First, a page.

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Quick Escape

My queer, disabled body and the struggle for safety in healthcare

Torso level photo of three Black and disabled folx (a non-binary person holding a cane, a non-binary person in a power wheelchair, and a femme on a folding chair) raising their fists on the sidewalk in front of a white wall.

Content warning: References to abuse, transphobia, ableism, sexual assault, medical coercion, homophobia


Being queer, trans, disabled and mad is an experience of joy, beauty, community and safety. Despite this, I am yet to meet another person with the same shared identities that hasn’t also experienced abuse, violence, neglect or exploitation.

The Disability Royal Commission, an ‘investigation, independent of government, into a matter of great importance’ (DRC), didn’t initially include any spaces just for us as LGBTQIA+ disabled people – implying our intersectional experiences of the DRC’s themes were not ‘of great importance’. As queer disabled people, we were told our experiences would be listened to in the ‘women and girls’ hearings, because ultimately, the erasure of queer disabled people, and especially trans disabled people, is something we are forced to expect.

But it’s not inevitable. I was glad to hear that the DRC listened to queer disabled advocates and created a confidential LGBTIQA+ session. As a queer disabled person myself, I know opportunities to connect to others like me and communicate about our experiences can be devastating, but also healing. Sharing these experiences with the wider world can be devastating in a much less healing way – but it’s often the only way for our stories to be heard by those with the power to change how we are treated.

I want those outside of my community to understand how my queerness is inherently and beautifully intertwined with my disabled identities. How my trans disabled body can be home and safety and a jail and torture at the same time. How others, largely cishet white abled older male others, have on multiple occasions decided that these all-encompassing identities of mine were worthy of abuse. How the medical system, an institution I depend on to live, is one of the worst perpetrators.

A common theme disabled queer people often speak of is the queerphobia, and specifically the transphobia we experience around medical care related to specific parts of our bodies. As someone with multiple ‘reproductive health conditions’ that not only disable me, but are often a large trigger for dysphoria, whether I am treated or not, my experience is often distressing. I am yet to see a medical professional who treats my endometriosis, PMDD and related conditions without misgendering me. The trauma of this experience extends beyond the moment of my pronouns being ignored or my deadname being said. It is the dread of knowing that when I walk into a medical centre, to seek necessary healthcare, I will be seen as a woman, with a woman’s body, needing women’s treatment.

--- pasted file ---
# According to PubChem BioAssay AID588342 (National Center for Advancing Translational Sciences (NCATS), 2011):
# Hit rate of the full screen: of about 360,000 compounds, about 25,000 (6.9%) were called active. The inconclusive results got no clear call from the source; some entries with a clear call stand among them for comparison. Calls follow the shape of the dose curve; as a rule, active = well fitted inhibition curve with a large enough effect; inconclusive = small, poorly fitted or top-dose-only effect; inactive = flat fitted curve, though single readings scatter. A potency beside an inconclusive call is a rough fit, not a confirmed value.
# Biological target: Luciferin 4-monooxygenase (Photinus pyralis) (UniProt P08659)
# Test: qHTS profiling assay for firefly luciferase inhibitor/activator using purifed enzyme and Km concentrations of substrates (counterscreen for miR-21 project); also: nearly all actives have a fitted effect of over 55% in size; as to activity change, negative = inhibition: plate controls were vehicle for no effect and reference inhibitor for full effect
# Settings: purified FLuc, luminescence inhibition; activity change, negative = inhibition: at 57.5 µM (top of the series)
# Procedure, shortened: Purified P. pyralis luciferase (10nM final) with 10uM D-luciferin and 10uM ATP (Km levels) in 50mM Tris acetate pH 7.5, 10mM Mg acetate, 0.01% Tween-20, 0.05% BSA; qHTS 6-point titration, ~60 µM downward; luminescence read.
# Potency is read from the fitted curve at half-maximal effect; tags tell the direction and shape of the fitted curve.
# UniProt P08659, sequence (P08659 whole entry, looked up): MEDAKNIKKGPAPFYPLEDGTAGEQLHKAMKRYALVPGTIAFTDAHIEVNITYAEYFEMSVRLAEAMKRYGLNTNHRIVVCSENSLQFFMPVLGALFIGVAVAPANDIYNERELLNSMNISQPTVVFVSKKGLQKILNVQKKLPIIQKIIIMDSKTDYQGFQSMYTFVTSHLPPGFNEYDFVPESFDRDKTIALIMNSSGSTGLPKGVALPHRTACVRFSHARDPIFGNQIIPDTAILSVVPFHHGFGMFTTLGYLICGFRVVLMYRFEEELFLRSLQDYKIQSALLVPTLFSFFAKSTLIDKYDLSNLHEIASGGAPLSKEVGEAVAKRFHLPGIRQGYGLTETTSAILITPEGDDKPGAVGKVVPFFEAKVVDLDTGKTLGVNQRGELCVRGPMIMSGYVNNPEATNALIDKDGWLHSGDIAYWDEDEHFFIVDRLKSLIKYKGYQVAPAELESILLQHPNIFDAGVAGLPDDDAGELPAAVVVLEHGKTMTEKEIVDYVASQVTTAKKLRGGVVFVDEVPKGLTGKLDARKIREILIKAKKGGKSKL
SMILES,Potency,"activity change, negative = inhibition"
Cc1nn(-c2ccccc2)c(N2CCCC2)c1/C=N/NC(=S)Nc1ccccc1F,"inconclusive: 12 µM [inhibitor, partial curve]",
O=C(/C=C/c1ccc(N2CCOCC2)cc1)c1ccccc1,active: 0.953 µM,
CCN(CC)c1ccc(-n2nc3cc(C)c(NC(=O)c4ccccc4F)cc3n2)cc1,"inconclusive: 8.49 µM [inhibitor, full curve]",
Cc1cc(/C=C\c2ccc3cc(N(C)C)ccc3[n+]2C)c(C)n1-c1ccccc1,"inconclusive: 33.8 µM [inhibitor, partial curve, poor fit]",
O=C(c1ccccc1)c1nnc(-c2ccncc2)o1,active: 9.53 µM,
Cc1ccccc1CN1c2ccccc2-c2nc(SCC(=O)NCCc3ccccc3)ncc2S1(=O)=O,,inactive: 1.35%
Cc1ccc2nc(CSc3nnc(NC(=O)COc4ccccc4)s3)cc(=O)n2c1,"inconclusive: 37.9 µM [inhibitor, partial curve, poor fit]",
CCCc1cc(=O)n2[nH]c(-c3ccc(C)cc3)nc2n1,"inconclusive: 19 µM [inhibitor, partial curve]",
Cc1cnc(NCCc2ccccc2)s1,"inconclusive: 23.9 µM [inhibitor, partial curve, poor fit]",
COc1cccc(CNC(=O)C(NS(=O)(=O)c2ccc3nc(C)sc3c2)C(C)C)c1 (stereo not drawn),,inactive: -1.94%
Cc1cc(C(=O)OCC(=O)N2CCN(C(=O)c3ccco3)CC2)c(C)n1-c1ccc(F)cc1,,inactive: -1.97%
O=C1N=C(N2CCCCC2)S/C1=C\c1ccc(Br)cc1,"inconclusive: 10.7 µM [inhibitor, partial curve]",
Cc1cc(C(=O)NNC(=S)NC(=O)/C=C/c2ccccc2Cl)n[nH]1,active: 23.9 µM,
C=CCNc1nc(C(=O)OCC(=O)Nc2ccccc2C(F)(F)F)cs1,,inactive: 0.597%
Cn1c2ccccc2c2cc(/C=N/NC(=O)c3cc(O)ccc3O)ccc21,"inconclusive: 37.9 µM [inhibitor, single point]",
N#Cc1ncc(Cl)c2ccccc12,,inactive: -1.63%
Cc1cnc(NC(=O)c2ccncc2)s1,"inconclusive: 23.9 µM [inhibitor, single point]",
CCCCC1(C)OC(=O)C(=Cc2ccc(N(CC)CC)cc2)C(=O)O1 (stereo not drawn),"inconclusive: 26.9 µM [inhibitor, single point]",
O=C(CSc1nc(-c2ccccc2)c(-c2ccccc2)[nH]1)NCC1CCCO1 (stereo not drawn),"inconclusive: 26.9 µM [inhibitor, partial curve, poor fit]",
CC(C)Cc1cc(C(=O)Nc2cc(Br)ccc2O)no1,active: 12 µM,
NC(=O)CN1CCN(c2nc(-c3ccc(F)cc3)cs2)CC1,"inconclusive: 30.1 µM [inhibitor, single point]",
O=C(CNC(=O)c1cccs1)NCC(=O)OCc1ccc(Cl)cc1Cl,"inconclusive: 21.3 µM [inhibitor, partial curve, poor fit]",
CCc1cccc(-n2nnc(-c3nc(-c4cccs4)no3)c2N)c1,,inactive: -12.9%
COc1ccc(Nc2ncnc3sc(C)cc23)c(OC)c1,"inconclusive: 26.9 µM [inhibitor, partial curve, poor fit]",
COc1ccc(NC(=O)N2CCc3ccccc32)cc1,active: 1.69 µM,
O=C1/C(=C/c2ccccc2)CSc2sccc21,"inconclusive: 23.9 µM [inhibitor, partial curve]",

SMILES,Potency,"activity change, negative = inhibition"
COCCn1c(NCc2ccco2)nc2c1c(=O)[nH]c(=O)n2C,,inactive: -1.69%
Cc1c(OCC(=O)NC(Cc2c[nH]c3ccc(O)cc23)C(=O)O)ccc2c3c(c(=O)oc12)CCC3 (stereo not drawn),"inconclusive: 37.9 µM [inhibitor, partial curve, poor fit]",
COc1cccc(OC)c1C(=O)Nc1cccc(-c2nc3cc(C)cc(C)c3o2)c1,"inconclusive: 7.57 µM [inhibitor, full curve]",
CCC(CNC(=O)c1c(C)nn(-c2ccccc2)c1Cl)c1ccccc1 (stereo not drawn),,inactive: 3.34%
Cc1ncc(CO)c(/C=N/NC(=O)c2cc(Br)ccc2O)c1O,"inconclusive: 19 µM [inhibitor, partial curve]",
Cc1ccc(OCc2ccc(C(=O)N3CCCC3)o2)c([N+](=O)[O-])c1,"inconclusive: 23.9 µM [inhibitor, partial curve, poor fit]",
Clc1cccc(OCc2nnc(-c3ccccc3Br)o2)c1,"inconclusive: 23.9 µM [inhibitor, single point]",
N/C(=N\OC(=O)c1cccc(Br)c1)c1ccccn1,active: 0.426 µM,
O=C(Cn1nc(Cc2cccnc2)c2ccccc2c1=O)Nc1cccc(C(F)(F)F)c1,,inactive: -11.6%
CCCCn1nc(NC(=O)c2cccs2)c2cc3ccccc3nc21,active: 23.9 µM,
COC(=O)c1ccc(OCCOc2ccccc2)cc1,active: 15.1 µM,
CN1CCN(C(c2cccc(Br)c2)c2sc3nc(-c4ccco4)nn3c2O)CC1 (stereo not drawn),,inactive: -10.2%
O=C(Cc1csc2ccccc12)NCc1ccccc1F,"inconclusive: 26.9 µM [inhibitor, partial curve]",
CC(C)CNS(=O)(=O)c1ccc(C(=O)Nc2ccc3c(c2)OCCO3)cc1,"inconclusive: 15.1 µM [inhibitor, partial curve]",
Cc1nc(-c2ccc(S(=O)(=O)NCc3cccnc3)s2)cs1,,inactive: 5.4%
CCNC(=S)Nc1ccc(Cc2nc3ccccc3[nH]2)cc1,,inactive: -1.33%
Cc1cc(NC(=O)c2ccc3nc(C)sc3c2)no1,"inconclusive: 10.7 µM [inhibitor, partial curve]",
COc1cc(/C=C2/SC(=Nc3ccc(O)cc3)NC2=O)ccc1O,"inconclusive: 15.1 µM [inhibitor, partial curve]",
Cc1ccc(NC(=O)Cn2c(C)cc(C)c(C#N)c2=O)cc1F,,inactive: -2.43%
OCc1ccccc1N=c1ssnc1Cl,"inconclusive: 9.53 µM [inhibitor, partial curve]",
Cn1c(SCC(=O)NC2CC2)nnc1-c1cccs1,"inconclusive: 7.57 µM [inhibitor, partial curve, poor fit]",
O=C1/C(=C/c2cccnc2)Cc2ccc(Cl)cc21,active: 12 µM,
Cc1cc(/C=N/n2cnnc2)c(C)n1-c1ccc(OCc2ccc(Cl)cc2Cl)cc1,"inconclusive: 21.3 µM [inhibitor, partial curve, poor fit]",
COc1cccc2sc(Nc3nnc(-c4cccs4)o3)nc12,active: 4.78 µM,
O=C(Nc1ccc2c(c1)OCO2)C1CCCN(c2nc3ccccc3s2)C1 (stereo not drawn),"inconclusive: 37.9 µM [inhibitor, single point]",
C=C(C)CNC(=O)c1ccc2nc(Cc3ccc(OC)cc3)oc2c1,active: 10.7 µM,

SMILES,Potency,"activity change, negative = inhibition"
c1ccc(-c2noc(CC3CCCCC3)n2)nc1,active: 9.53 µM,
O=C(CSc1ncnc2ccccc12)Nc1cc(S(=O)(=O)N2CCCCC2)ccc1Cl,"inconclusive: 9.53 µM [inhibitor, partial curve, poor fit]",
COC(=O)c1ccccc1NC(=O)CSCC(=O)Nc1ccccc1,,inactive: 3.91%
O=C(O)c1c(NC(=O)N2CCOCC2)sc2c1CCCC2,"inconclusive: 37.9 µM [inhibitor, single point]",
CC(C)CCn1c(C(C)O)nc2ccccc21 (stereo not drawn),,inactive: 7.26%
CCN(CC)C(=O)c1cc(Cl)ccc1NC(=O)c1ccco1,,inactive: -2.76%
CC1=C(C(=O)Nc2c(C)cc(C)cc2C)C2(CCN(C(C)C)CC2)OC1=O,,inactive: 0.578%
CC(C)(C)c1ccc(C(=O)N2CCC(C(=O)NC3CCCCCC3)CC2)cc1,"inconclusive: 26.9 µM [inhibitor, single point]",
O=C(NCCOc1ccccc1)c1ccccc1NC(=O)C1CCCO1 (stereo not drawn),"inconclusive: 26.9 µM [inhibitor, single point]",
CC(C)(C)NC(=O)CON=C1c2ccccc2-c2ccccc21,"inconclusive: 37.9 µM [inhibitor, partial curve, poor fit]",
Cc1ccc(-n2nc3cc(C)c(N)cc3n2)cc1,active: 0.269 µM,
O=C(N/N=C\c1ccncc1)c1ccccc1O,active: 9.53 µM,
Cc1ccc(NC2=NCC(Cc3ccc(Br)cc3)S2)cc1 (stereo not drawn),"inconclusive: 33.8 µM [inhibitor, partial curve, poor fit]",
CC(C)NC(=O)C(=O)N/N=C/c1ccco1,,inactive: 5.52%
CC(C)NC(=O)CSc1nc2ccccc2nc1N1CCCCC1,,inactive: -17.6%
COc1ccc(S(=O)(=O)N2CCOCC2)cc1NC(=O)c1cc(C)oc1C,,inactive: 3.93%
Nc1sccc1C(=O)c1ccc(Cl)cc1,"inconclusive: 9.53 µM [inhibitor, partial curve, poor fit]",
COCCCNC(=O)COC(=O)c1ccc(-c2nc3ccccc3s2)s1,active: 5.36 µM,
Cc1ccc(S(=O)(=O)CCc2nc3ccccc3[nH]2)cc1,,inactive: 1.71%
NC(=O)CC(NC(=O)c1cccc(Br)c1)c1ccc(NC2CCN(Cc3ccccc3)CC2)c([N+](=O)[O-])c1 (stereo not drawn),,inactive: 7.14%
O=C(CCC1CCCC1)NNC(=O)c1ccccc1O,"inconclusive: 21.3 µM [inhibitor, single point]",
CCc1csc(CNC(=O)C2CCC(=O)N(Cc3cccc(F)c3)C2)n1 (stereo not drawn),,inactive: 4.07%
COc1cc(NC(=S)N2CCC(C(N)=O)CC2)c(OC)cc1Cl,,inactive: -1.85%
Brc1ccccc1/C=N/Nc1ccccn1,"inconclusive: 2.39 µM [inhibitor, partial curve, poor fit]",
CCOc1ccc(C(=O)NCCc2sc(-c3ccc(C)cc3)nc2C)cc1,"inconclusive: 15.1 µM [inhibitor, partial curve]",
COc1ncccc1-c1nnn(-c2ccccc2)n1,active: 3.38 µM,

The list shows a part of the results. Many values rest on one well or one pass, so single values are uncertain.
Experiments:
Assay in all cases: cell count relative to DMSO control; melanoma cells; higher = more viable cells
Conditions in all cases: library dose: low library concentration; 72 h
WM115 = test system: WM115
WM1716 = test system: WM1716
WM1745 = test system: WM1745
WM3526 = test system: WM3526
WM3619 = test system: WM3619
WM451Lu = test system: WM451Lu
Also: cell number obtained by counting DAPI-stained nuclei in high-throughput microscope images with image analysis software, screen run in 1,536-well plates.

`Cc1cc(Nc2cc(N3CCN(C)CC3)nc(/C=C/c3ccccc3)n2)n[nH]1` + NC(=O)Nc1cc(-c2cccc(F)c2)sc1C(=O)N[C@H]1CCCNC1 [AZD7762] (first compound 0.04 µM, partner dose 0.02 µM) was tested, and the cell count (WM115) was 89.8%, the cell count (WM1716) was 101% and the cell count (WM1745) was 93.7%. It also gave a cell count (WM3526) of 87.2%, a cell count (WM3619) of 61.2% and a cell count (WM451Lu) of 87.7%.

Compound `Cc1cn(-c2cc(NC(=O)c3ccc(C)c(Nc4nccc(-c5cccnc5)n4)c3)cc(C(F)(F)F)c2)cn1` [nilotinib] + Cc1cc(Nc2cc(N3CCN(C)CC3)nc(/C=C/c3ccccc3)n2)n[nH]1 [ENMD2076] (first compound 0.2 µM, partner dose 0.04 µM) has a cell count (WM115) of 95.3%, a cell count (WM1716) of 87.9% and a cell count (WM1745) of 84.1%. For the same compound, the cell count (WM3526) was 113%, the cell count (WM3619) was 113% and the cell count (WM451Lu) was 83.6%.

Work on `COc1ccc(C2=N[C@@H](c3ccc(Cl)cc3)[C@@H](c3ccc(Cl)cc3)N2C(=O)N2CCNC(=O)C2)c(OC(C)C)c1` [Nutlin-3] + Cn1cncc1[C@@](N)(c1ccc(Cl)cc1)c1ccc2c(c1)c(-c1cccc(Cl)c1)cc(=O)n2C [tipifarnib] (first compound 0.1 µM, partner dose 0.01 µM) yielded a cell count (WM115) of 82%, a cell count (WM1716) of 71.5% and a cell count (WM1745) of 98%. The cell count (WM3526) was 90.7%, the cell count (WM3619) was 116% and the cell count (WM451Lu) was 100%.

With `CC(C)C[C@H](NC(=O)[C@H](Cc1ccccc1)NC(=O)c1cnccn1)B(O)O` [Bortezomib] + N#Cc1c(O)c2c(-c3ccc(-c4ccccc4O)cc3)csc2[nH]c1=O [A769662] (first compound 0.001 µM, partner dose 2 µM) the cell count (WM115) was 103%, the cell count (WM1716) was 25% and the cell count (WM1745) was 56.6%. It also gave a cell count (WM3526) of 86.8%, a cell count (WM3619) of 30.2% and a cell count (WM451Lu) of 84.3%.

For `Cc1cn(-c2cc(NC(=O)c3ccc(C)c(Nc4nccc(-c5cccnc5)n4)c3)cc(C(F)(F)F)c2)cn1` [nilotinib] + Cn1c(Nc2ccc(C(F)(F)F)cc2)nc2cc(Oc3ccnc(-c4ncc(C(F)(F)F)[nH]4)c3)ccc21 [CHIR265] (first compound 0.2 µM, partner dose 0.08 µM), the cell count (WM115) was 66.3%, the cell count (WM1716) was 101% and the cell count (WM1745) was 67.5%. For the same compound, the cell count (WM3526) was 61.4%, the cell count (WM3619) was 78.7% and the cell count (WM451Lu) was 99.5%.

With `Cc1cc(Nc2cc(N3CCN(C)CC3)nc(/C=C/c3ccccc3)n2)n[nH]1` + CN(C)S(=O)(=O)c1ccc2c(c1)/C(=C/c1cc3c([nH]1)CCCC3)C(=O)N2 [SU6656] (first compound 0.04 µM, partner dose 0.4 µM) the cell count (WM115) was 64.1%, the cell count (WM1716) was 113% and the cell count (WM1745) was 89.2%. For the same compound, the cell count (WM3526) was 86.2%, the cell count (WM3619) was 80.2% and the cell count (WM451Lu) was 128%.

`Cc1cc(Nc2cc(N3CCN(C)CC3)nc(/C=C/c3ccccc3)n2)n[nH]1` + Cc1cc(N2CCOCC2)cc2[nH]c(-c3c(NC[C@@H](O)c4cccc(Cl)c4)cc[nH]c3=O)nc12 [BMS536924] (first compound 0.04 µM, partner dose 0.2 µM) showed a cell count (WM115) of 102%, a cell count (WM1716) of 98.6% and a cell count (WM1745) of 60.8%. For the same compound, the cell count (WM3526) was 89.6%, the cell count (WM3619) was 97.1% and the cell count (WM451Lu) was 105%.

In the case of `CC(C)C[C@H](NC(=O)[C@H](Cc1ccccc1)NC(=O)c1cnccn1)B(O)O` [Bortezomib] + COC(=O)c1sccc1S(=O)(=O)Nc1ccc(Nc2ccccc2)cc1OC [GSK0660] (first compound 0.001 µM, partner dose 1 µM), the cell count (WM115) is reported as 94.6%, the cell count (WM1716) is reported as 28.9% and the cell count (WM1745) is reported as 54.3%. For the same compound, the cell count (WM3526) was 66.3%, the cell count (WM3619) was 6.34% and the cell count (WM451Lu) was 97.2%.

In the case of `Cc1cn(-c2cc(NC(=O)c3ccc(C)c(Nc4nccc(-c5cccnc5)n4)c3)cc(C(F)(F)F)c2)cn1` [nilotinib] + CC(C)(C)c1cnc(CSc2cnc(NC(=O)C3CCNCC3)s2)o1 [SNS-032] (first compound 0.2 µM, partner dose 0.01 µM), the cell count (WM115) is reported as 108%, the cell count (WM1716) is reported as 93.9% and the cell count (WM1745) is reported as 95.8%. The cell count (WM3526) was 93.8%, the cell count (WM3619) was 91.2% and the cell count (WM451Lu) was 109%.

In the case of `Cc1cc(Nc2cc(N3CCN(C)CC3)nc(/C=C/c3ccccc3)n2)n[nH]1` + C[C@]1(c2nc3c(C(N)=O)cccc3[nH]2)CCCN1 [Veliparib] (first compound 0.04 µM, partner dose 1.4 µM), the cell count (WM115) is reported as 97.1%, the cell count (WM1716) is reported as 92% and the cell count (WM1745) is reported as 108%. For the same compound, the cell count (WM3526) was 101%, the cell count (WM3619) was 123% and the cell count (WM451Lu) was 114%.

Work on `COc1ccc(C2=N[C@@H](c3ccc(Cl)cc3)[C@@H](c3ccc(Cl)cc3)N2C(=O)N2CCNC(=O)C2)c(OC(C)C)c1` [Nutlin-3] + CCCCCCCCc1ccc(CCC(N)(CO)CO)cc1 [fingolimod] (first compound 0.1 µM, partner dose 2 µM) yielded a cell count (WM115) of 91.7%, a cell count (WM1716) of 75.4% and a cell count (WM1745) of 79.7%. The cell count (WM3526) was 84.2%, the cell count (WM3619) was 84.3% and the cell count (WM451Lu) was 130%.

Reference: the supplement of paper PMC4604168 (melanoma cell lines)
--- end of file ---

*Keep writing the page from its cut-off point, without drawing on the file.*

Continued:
To add to this, I have been told by multiple medical professionals that treatment for my endometriosis is likely to be most effective if it is more intensive (ie. hysterectomy, laparoscopy, medical insertions, etc.), and yet, repeatedly, I am refused access to these treatments. It is always because ‘wouldn’t it be a shame if you couldn’t have children’ or that ‘it might fix itself if you just get pregnant’ – statements framed as consideration for my future, but ultimately telling me ‘our values are more important than your safety, than your identity, than your right to choice and control over your own medical treatment, than you’.

In a hospital, once, I told my psychiatrist at the time that my home environment was unsafe and that I needed to move out. He responded by suggesting I would get sexually assaulted in an elevator, and that I was ‘just a little girl’. He locked the door of the small meeting room we were in, and told me I was not going to be let out until I agreed to take a benzo. The person who ultimately had full control over my medical treatment, my safety, my life, in that moment, chose his own power and ego over my welfare – a decision supposedly justified by my transness and madness. When I share this story, my fellow disabled queers rarely respond with shock. Not because it isn’t shocking, but because as queer disabled people, it is experiences like these we are forced to expect.

Ultimately, my identity as a queer, trans, disabled and mad young person is something I wouldn’t trade for all the privilege and comfort in the world. It is beautiful, all encompassing, undeniable, transformative and right – and a fundamental challenge to the systems of power we are forced to exist under.


Is Hay (they/them) is a disabled, queer, trans and mad young person living, working and fighting on stolen Wurunjderi Woiwurrung land. They are a writer and advocate especially passionate about the layers of marginalisation intersectional identified people experience and breaking them down.

This piece represents the author’s views and experiences and not the views of any organisations they are connected to.

Click here to find out more about LGBTIQ issues and the DRC.

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